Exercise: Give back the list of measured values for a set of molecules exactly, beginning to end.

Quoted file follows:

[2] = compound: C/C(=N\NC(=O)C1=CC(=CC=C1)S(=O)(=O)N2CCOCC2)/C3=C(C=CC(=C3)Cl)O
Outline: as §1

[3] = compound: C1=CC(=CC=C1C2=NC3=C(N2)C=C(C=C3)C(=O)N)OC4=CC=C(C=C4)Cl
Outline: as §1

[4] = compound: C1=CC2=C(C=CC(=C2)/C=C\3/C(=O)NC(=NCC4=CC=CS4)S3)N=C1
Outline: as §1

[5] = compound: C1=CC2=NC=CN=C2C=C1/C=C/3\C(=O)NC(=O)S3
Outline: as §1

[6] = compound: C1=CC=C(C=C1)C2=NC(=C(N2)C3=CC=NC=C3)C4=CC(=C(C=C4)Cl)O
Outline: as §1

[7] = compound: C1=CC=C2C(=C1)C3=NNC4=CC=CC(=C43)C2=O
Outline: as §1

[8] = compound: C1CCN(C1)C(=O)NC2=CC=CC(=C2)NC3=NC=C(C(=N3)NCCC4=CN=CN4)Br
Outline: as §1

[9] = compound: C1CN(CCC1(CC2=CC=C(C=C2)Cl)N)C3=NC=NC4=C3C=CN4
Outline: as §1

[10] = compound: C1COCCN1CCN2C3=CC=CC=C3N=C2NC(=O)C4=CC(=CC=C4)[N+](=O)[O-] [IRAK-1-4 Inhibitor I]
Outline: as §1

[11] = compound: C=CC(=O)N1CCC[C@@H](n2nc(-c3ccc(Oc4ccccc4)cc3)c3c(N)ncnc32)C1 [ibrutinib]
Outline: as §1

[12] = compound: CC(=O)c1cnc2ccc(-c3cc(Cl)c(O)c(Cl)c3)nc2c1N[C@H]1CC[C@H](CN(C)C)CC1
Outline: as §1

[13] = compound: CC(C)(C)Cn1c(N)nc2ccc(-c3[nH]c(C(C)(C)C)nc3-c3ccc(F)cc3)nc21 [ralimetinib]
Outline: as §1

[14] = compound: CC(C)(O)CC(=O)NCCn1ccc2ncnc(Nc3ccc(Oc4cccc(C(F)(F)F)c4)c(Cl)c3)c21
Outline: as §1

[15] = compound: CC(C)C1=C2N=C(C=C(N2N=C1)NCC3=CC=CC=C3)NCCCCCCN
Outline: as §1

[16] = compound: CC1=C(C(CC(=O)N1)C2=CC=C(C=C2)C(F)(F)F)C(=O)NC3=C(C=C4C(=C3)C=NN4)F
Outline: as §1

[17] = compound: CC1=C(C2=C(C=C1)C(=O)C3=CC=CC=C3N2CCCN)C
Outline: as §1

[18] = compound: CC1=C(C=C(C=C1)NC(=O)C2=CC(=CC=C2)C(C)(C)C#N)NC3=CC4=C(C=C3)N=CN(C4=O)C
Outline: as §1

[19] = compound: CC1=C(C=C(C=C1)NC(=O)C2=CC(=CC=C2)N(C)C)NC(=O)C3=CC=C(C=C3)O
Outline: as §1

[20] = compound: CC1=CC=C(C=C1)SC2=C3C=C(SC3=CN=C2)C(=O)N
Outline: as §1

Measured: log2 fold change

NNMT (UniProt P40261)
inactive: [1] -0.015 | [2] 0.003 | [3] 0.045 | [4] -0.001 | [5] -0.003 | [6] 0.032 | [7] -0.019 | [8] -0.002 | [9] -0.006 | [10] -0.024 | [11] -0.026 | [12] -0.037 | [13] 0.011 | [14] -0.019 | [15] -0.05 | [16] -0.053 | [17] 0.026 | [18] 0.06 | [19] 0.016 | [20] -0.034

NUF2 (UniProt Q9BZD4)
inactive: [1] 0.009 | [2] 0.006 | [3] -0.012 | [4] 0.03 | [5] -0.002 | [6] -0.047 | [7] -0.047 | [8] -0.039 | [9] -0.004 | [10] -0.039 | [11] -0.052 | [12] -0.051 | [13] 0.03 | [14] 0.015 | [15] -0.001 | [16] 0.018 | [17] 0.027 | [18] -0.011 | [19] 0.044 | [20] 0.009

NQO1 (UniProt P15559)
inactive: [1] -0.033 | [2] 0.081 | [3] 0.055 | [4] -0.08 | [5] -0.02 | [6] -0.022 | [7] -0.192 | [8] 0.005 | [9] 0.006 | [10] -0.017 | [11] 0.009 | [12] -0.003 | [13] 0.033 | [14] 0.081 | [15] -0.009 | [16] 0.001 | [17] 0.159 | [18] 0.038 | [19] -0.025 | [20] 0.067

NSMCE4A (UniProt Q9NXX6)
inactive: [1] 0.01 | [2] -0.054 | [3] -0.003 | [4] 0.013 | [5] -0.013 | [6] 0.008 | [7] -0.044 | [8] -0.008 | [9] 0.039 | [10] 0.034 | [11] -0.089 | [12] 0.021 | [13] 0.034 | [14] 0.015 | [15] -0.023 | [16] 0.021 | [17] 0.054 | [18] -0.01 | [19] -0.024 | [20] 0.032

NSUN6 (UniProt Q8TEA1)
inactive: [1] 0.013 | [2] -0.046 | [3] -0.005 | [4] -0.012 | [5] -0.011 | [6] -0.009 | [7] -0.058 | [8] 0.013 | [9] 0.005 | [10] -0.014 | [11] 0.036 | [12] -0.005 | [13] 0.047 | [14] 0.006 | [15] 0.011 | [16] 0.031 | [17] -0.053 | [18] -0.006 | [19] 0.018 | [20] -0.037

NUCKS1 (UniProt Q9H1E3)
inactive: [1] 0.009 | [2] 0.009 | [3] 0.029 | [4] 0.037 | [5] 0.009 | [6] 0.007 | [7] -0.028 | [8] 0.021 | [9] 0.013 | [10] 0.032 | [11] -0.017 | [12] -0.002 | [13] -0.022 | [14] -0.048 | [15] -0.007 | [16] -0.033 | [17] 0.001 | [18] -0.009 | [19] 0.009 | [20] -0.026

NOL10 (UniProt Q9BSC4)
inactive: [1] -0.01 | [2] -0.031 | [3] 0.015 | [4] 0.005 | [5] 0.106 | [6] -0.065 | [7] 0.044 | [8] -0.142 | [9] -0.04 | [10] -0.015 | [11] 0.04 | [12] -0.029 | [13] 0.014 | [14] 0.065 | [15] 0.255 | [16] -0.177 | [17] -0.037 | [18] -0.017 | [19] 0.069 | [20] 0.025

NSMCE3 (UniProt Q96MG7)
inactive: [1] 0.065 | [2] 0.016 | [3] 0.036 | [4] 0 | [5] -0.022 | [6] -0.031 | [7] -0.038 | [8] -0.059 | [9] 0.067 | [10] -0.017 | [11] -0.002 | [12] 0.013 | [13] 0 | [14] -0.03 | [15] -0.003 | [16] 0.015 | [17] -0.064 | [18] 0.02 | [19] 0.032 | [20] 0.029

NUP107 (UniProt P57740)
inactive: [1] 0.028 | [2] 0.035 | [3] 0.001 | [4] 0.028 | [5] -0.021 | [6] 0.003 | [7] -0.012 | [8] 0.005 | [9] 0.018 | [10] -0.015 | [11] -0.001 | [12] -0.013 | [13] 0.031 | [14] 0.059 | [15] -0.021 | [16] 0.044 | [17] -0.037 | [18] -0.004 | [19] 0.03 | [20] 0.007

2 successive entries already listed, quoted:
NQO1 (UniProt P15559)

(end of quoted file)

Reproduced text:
[2] = compound: C/C(=N\NC(=O)C1=CC(=CC=C1)S(=O)(=O)N2CCOCC2)/C3=C(C=CC(=C3)Cl)O
Outline: as §1

[3] = compound: C1=CC(=CC=C1C2=NC3=C(N2)C=C(C=C3)C(=O)N)OC4=CC=C(C=C4)Cl
Outline: as §1

[4] = compound: C1=CC2=C(C=CC(=C2)/C=C\3/C(=O)NC(=NCC4=CC=CS4)S3)N=C1
Outline: as §1

[5] = compound: C1=CC2=NC=CN=C2C=C1/C=C/3\C(=O)NC(=O)S3
Outline: as §1

[6] = compound: C1=CC=C(C=C1)C2=NC(=C(N2)C3=CC=NC=C3)C4=CC(=C(C=C4)Cl)O
Outline: as §1

[7] = compound: C1=CC=C2C(=C1)C3=NNC4=CC=CC(=C43)C2=O
Outline: as §1

[8] = compound: C1CCN(C1)C(=O)NC2=CC=CC(=C2)NC3=NC=C(C(=N3)NCCC4=CN=CN4)Br
Outline: as §1

[9] = compound: C1CN(CCC1(CC2=CC=C(C=C2)Cl)N)C3=NC=NC4=C3C=CN4
Outline: as §1

[10] = compound: C1COCCN1CCN2C3=CC=CC=C3N=C2NC(=O)C4=CC(=CC=C4)[N+](=O)[O-] [IRAK-1-4 Inhibitor I]
Outline: as §1

[11] = compound: C=CC(=O)N1CCC[C@@H](n2nc(-c3ccc(Oc4ccccc4)cc3)c3c(N)ncnc32)C1 [ibrutinib]
Outline: as §1

[12] = compound: CC(=O)c1cnc2ccc(-c3cc(Cl)c(O)c(Cl)c3)nc2c1N[C@H]1CC[C@H](CN(C)C)CC1
Outline: as §1

[13] = compound: CC(C)(C)Cn1c(N)nc2ccc(-c3[nH]c(C(C)(C)C)nc3-c3ccc(F)cc3)nc21 [ralimetinib]
Outline: as §1

[14] = compound: CC(C)(O)CC(=O)NCCn1ccc2ncnc(Nc3ccc(Oc4cccc(C(F)(F)F)c4)c(Cl)c3)c21
Outline: as §1

[15] = compound: CC(C)C1=C2N=C(C=C(N2N=C1)NCC3=CC=CC=C3)NCCCCCCN
Outline: as §1

[16] = compound: CC1=C(C(CC(=O)N1)C2=CC=C(C=C2)C(F)(F)F)C(=O)NC3=C(C=C4C(=C3)C=NN4)F
Outline: as §1

[17] = compound: CC1=C(C2=C(C=C1)C(=O)C3=CC=CC=C3N2CCCN)C
Outline: as §1

[18] = compound: CC1=C(C=C(C=C1)NC(=O)C2=CC(=CC=C2)C(C)(C)C#N)NC3=CC4=C(C=C3)N=CN(C4=O)C
Outline: as §1

[19] = compound: CC1=C(C=C(C=C1)NC(=O)C2=CC(=CC=C2)N(C)C)NC(=O)C3=CC=C(C=C3)O
Outline: as §1

[20] = compound: CC1=CC=C(C=C1)SC2=C3C=C(SC3=CN=C2)C(=O)N
Outline: as §1

Measured: log2 fold change

NNMT (UniProt P40261)
inactive: [1] -0.015 | [2] 0.003 | [3] 0.045 | [4] -0.001 | [5] -0.003 | [6] 0.032 | [7] -0.019 | [8] -0.002 | [9] -0.006 | [10] -0.024 | [11] -0.026 | [12] -0.037 | [13] 0.011 | [14] -0.019 | [15] -0.05 | [16] -0.053 | [17] 0.026 | [18] 0.06 | [19] 0.016 | [20] -0.034

NUF2 (UniProt Q9BZD4)
inactive: [1] 0.009 | [2] 0.006 | [3] -0.012 | [4] 0.03 | [5] -0.002 | [6] -0.047 | [7] -0.047 | [8] -0.039 | [9] -0.004 | [10] -0.039 | [11] -0.052 | [12] -0.051 | [13] 0.03 | [14] 0.015 | [15] -0.001 | [16] 0.018 | [17] 0.027 | [18] -0.011 | [19] 0.044 | [20] 0.009

NQO1 (UniProt P15559)
inactive: [1] -0.033 | [2] 0.081 | [3] 0.055 | [4] -0.08 | [5] -0.02 | [6] -0.022 | [7] -0.192 | [8] 0.005 | [9] 0.006 | [10] -0.017 | [11] 0.009 | [12] -0.003 | [13] 0.033 | [14] 0.081 | [15] -0.009 | [16] 0.001 | [17] 0.159 | [18] 0.038 | [19] -0.025 | [20] 0.067

NSMCE4A (UniProt Q9NXX6)
inactive: [1] 0.01 | [2] -0.054 | [3] -0.003 | [4] 0.013 | [5] -0.013 | [6] 0.008 | [7] -0.044 | [8] -0.008 | [9] 0.039 | [10] 0.034 | [11] -0.089 | [12] 0.021 | [13] 0.034 | [14] 0.015 | [15] -0.023 | [16] 0.021 | [17] 0.054 | [18] -0.01 | [19] -0.024 | [20] 0.032

NSUN6 (UniProt Q8TEA1)
inactive: [1] 0.013 | [2] -0.046 | [3] -0.005 | [4] -0.012 | [5] -0.011 | [6] -0.009 | [7] -0.058 | [8] 0.013 | [9] 0.005 | [10] -0.014 | [11] 0.036 | [12] -0.005 | [13] 0.047 | [14] 0.006 | [15] 0.011 | [16] 0.031 | [17] -0.053 | [18] -0.006 | [19] 0.018 | [20] -0.037

NUCKS1 (UniProt Q9H1E3)
inactive: [1] 0.009 | [2] 0.009 | [3] 0.029 | [4] 0.037 | [5] 0.009 | [6] 0.007 | [7] -0.028 | [8] 0.021 | [9] 0.013 | [10] 0.032 | [11] -0.017 | [12] -0.002 | [13] -0.022 | [14] -0.048 | [15] -0.007 | [16] -0.033 | [17] 0.001 | [18] -0.009 | [19] 0.009 | [20] -0.026

NOL10 (UniProt Q9BSC4)
inactive: [1] -0.01 | [2] -0.031 | [3] 0.015 | [4] 0.005 | [5] 0.106 | [6] -0.065 | [7] 0.044 | [8] -0.142 | [9] -0.04 | [10] -0.015 | [11] 0.04 | [12] -0.029 | [13] 0.014 | [14] 0.065 | [15] 0.255 | [16] -0.177 | [17] -0.037 | [18] -0.017 | [19] 0.069 | [20] 0.025

NSMCE3 (UniProt Q96MG7)
inactive: [1] 0.065 | [2] 0.016 | [3] 0.036 | [4] 0 | [5] -0.022 | [6] -0.031 | [7] -0.038 | [8] -0.059 | [9] 0.067 | [10] -0.017 | [11] -0.002 | [12] 0.013 | [13] 0 | [14] -0.03 | [15] -0.003 | [16] 0.015 | [17] -0.064 | [18] 0.02 | [19] 0.032 | [20] 0.029

NUP107 (UniProt P57740)
inactive: [1] 0.028 | [2] 0.035 | [3] 0.001 | [4] 0.028 | [5] -0.021 | [6] 0.003 | [7] -0.012 | [8] 0.005 | [9] 0.018 | [10] -0.015 | [11] -0.001 | [12] -0.013 | [13] 0.031 | [14] 0.059 | [15] -0.021 | [16] 0.044 | [17] -0.037 | [18] -0.004 | [19] 0.03 | [20] 0.007

2 successive entries already listed, quoted:
NQO1 (UniProt P15559)